There is nothing funny about Humours: The origins of the humoral theory in Hippocratic Medicine
University of Exeter
The theory of the humours (blood, phlegm, yellow bile and black bile) dominated western medicine, even up until the nineteenth century. The origins of this theory are generally recognised as being from the work of the Greek Hippocratic doctors of the fifth century BCE, with a further development by the physician Galen in the second century CE. However, a close reading of the various Hippocratic texts shows that the original idea of the humours, in the fifth century BCE, is much more complex and diverse than the later theory of humours developed by Galen, which was used as the basis for the humoral theory for nearly two millennia. This paper will present a number of the ideas developed by the Hippocratic doctors to explain the workings of the human body, without any sophisticated knowledge of human anatomy. This will show that there were a range of possible theories, relating to humours and other similar substances, available in the Hippocratic texts. It was the later medical writers, such as Galen, who developed selected parts of the Hippocratic texts, to create a more robust theory describing four fundamental fluids to explain health and disease, which has been called the theory of the humours.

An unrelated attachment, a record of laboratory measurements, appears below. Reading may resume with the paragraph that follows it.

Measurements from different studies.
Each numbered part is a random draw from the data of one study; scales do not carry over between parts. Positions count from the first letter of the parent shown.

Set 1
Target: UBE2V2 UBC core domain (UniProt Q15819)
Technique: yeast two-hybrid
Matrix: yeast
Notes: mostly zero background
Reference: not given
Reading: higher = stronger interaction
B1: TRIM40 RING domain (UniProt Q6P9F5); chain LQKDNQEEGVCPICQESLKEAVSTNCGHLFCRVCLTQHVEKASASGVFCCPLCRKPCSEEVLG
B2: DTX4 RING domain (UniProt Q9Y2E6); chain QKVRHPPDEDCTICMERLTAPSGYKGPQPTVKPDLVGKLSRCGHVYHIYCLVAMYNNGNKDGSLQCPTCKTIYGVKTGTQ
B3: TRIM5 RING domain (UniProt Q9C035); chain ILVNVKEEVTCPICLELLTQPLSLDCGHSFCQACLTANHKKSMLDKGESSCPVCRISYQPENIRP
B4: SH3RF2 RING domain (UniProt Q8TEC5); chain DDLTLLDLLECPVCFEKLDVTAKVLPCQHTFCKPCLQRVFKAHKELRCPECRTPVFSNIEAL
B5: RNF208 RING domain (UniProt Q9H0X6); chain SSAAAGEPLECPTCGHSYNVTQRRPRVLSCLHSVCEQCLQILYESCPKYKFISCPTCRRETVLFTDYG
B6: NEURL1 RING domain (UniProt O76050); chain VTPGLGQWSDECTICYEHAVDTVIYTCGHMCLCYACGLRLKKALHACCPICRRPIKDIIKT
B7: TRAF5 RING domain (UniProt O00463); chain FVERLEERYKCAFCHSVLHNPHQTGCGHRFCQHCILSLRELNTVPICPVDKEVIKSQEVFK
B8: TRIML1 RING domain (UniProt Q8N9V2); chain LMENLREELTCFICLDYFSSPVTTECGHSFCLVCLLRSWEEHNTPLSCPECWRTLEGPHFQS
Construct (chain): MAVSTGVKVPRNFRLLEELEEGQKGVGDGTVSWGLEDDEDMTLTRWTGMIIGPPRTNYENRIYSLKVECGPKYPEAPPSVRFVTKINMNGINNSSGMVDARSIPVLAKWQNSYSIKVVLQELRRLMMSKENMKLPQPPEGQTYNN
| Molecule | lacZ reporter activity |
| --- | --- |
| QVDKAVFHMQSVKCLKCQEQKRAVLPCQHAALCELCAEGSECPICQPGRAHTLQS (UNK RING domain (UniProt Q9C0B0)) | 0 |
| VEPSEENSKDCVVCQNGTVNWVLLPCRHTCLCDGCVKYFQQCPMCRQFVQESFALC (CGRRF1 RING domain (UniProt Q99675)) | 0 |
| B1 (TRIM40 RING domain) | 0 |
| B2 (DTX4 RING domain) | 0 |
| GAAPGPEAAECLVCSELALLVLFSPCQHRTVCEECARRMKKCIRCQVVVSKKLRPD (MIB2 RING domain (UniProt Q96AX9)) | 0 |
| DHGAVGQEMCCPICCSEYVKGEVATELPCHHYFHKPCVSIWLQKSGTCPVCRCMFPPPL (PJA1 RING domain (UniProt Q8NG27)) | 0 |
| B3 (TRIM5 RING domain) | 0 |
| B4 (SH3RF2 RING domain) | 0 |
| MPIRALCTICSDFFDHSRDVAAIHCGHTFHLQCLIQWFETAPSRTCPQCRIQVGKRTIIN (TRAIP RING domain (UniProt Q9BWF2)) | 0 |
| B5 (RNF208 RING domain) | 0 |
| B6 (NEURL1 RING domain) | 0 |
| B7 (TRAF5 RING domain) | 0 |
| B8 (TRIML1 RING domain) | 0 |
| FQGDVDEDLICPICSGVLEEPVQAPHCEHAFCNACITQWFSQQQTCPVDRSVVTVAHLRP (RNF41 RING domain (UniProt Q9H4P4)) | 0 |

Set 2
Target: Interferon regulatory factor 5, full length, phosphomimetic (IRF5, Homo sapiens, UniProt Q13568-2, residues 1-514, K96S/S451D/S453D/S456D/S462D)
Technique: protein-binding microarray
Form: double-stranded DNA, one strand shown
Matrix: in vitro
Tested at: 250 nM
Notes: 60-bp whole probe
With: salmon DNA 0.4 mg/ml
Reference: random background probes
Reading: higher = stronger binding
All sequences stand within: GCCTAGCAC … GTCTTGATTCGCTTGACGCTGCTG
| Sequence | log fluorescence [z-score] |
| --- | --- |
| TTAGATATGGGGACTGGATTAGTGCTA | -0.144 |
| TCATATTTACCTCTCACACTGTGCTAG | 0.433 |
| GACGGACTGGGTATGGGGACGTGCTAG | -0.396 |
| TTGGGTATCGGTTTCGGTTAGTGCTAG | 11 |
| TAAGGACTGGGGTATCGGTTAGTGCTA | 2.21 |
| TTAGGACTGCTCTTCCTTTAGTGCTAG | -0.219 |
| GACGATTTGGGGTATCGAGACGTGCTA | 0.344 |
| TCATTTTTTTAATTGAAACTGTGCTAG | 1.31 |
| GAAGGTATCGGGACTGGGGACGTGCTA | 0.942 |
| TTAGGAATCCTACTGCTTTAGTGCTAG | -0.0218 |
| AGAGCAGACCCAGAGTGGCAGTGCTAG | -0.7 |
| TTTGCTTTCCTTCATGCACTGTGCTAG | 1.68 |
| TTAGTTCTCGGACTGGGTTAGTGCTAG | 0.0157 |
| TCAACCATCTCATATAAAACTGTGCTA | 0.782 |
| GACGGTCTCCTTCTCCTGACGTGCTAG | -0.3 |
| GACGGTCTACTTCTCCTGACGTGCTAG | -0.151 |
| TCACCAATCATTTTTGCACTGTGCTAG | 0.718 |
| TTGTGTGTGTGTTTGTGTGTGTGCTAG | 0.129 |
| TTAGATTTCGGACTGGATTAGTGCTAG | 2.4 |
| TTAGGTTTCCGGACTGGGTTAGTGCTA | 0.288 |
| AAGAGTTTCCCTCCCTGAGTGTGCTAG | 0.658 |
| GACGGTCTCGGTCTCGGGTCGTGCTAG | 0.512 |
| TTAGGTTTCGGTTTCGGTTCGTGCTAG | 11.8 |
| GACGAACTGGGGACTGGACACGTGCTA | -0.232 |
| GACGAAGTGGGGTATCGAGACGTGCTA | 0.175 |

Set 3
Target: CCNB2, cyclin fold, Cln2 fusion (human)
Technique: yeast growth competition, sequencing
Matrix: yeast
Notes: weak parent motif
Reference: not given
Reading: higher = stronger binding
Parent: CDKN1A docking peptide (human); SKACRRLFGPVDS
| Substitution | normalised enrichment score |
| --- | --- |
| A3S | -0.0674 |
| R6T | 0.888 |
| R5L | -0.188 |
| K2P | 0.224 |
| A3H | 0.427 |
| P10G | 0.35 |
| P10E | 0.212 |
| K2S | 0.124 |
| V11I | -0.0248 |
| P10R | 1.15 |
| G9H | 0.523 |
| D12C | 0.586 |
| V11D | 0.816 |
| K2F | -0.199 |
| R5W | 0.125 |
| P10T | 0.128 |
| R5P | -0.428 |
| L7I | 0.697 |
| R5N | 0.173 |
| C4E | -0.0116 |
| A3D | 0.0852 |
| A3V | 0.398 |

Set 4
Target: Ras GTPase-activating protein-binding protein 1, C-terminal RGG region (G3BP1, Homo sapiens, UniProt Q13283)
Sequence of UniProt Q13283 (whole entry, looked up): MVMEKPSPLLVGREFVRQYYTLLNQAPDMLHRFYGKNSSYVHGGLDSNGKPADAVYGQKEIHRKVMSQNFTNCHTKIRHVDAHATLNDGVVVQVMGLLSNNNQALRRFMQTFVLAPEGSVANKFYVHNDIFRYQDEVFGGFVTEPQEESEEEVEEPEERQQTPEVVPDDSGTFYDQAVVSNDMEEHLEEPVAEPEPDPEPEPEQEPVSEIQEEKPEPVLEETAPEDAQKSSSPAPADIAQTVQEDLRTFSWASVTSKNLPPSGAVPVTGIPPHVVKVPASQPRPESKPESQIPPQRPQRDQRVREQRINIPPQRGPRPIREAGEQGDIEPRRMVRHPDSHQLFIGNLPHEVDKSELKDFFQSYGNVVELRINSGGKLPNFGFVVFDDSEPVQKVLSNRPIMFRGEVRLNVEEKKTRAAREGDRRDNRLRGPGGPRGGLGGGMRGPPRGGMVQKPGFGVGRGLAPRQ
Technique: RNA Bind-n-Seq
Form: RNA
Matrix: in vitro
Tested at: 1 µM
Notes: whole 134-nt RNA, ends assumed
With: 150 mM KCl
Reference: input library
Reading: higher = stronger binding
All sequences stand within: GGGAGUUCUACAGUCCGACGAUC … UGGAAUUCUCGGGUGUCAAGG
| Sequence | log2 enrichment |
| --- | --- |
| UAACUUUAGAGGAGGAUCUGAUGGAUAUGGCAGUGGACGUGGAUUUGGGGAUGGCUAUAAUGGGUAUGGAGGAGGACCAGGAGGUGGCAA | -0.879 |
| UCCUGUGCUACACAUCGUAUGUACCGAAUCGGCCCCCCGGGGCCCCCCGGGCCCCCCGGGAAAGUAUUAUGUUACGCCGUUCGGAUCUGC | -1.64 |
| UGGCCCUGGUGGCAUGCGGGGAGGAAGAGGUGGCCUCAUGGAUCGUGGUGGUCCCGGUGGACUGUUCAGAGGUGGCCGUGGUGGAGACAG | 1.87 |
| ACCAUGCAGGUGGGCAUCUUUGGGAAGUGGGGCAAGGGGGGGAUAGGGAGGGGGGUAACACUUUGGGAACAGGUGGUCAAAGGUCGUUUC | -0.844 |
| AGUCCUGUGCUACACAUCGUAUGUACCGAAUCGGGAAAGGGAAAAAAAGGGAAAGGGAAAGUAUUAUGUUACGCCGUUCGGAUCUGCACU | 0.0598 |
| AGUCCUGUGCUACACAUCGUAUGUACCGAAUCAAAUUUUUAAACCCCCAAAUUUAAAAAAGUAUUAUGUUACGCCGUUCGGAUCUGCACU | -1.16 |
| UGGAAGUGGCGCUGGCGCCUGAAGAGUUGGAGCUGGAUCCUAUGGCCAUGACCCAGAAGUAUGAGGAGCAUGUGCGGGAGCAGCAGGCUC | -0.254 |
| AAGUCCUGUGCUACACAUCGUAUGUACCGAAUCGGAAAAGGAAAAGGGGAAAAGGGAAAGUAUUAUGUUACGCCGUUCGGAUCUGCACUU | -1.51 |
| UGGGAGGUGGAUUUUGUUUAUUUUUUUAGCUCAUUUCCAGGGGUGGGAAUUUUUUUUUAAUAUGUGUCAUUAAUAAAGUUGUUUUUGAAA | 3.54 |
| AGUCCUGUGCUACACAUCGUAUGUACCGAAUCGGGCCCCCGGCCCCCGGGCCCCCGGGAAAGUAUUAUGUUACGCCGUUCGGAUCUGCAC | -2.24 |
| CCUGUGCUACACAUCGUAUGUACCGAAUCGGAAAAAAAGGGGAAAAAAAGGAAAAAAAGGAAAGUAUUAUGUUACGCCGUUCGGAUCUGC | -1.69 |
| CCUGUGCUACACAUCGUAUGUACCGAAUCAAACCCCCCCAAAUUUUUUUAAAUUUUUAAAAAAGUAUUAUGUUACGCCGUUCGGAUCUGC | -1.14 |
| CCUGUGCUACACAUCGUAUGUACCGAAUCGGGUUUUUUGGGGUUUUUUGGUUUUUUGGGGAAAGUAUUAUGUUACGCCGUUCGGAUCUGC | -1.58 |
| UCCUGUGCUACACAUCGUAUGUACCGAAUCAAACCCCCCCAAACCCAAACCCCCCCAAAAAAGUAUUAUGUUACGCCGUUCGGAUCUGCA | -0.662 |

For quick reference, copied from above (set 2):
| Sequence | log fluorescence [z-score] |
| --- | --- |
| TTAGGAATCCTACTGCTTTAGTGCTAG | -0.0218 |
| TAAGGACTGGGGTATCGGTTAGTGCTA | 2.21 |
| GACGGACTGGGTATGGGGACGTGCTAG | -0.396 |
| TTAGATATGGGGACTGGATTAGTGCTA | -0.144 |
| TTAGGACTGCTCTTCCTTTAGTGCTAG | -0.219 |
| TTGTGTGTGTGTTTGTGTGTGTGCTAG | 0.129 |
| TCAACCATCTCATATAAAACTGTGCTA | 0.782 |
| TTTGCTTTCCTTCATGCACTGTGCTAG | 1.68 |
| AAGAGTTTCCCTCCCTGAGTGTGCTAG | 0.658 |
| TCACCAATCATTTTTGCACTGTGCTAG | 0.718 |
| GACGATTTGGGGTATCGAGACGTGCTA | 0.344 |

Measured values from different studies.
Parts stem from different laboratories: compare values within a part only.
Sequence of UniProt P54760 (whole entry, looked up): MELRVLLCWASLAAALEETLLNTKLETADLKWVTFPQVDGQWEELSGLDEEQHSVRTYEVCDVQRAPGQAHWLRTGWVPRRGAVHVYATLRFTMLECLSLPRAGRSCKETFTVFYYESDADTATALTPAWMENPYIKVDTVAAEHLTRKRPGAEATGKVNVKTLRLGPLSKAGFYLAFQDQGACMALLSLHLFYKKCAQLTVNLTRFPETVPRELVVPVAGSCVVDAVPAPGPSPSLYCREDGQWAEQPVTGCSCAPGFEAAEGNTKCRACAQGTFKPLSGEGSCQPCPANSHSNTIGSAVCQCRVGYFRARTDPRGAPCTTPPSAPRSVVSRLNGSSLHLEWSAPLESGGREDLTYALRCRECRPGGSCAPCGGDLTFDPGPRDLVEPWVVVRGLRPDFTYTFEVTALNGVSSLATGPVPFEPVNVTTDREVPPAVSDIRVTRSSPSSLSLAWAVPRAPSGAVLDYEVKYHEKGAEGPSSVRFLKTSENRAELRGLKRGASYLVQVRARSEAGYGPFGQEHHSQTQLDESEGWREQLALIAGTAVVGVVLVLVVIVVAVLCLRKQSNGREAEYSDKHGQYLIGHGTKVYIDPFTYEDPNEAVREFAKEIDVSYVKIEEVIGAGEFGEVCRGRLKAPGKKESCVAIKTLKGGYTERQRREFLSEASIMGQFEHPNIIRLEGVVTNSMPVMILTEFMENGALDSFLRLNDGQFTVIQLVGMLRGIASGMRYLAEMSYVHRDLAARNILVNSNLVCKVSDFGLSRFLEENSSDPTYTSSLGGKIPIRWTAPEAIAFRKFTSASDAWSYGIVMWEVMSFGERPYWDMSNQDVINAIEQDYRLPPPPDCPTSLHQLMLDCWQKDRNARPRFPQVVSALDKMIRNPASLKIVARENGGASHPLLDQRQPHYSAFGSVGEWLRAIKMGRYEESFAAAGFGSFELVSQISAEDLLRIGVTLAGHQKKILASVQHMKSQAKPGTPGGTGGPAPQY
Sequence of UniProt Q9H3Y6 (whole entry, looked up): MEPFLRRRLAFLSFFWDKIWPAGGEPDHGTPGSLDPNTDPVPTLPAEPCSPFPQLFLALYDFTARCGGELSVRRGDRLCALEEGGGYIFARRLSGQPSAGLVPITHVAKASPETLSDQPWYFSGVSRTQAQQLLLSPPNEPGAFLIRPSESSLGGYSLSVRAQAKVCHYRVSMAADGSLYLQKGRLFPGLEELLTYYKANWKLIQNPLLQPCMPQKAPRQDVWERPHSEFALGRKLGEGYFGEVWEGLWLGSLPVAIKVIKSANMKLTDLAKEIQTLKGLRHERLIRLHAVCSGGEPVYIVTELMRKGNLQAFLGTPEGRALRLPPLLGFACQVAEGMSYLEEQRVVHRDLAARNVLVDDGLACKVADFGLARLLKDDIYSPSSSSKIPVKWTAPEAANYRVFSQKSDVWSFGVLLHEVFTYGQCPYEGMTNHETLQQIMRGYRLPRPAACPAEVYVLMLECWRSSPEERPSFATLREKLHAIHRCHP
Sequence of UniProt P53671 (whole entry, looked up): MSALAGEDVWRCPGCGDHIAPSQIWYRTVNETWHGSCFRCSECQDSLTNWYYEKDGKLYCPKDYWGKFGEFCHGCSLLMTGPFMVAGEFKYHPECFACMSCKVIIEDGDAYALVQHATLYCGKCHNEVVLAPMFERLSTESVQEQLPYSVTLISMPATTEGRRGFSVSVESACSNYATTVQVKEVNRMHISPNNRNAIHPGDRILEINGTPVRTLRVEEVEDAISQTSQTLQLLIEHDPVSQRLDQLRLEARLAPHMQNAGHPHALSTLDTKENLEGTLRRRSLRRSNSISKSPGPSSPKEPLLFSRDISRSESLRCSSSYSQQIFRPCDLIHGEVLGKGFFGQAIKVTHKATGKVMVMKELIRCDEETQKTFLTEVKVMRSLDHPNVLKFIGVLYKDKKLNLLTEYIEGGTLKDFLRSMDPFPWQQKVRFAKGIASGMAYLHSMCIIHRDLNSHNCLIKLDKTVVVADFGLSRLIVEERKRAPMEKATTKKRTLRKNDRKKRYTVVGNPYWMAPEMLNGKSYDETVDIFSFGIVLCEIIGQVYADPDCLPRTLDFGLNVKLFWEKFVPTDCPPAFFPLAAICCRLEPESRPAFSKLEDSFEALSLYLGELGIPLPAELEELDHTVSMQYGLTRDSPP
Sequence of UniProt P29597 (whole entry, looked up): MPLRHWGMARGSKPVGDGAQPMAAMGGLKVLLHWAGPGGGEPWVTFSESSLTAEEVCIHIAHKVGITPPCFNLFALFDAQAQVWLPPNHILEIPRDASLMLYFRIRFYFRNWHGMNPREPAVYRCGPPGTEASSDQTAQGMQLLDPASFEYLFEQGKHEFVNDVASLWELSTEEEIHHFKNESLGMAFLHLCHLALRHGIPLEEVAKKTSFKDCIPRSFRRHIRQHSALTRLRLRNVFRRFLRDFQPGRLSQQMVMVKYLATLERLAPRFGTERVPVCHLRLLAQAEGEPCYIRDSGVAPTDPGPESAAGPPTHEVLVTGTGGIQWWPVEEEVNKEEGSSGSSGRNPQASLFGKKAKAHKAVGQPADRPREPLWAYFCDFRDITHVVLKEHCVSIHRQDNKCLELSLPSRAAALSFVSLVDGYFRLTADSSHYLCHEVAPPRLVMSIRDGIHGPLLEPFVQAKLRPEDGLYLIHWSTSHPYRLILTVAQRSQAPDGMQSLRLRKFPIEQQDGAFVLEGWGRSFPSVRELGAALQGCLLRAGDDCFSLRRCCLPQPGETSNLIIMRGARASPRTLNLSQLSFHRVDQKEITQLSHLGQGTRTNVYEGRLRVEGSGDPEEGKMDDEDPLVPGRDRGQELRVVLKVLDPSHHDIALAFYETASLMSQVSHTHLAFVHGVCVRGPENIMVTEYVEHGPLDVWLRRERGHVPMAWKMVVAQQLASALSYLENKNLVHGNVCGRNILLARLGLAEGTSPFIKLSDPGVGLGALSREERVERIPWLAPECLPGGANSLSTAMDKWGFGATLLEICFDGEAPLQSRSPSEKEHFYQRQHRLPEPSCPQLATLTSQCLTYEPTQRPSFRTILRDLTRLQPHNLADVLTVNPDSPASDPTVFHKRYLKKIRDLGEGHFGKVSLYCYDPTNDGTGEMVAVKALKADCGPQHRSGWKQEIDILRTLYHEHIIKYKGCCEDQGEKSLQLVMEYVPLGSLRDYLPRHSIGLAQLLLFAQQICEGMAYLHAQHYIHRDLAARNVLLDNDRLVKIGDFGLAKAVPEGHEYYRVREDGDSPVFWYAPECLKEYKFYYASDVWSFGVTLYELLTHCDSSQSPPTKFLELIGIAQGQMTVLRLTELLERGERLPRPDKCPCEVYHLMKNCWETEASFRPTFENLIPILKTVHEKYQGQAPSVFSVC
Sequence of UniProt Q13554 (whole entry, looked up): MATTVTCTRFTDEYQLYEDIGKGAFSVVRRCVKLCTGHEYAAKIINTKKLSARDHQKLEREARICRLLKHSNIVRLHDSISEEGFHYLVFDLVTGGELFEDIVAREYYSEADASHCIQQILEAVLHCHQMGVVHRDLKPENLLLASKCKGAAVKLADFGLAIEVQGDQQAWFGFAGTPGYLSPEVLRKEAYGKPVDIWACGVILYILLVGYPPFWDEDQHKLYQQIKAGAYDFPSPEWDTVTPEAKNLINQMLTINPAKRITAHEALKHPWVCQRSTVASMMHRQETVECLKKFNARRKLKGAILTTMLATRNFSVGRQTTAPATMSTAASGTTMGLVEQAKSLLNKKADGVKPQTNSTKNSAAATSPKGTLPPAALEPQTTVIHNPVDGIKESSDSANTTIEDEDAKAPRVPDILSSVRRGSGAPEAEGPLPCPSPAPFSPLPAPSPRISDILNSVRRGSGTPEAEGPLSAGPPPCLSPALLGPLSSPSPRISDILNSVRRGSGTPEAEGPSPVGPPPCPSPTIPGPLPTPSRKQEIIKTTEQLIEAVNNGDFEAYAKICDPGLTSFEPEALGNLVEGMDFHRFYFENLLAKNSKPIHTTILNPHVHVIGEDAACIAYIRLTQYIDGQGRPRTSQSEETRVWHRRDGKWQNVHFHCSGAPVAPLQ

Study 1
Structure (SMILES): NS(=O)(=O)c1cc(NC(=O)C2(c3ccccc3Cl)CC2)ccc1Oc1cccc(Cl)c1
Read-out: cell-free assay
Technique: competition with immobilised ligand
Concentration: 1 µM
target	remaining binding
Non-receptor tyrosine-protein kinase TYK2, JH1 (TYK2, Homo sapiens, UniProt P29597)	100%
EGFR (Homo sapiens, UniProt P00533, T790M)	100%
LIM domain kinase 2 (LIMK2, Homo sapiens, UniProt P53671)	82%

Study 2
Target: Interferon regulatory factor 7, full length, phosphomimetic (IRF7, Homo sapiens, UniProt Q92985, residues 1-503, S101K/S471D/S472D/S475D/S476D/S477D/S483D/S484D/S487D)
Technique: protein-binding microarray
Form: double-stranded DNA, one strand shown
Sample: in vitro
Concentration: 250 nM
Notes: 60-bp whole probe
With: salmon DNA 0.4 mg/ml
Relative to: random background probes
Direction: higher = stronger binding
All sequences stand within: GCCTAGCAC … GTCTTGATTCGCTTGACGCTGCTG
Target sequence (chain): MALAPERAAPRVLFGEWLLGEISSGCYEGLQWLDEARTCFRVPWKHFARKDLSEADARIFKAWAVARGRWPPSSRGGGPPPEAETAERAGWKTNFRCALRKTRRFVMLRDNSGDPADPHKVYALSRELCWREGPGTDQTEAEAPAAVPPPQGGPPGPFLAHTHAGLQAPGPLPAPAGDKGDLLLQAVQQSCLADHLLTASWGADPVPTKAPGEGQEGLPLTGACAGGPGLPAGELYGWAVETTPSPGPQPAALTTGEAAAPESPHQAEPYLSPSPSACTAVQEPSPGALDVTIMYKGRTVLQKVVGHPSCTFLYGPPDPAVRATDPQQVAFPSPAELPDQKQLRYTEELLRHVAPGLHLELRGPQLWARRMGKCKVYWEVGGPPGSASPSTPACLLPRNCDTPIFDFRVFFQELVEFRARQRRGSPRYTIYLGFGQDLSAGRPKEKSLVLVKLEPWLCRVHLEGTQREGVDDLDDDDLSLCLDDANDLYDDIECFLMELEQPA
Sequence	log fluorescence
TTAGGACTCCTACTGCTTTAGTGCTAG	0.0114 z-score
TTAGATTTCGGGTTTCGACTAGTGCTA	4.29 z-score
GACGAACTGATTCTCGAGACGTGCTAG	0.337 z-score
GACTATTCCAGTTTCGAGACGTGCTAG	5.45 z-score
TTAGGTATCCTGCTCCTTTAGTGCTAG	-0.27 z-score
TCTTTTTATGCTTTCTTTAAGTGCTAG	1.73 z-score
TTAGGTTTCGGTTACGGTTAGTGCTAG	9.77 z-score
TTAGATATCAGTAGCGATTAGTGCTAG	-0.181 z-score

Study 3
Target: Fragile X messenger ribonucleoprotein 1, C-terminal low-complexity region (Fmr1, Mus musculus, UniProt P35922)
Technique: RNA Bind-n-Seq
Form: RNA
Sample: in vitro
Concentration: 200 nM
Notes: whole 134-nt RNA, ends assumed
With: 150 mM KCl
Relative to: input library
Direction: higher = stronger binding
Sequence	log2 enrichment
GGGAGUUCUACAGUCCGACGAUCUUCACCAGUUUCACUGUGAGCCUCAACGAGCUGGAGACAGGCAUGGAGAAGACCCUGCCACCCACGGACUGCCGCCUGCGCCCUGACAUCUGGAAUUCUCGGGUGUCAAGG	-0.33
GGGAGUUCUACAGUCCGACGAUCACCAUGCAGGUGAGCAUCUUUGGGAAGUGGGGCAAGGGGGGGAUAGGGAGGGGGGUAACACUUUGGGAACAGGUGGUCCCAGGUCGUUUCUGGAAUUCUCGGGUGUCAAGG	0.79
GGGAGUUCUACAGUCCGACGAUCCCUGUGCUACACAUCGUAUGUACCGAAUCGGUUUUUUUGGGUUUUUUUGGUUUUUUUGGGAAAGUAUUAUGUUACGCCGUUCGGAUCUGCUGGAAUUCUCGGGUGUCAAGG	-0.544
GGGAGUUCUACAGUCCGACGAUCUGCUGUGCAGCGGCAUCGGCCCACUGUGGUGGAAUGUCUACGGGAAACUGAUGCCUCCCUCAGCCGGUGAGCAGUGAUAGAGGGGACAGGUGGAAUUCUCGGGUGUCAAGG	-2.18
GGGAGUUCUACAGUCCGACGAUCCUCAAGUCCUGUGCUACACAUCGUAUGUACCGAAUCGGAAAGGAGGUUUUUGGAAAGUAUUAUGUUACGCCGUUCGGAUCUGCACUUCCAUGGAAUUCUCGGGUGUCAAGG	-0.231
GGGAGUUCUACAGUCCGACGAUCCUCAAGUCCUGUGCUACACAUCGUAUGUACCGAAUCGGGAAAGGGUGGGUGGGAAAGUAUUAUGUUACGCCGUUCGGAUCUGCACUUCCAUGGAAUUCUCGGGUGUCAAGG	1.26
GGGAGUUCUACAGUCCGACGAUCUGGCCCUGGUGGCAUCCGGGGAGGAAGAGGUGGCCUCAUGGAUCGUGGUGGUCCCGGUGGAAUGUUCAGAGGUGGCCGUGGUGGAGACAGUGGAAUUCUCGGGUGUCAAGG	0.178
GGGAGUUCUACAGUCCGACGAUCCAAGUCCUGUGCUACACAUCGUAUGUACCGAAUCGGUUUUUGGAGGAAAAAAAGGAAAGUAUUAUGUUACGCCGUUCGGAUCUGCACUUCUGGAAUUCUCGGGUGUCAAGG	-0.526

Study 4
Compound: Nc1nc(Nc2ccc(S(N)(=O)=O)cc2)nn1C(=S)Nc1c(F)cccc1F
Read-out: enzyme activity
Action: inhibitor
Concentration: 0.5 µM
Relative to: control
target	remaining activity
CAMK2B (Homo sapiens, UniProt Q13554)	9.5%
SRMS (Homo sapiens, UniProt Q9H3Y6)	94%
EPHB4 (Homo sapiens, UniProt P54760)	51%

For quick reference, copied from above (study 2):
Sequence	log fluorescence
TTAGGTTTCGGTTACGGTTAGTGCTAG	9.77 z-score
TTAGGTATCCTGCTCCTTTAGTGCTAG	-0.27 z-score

Arts and Humanities Research Council.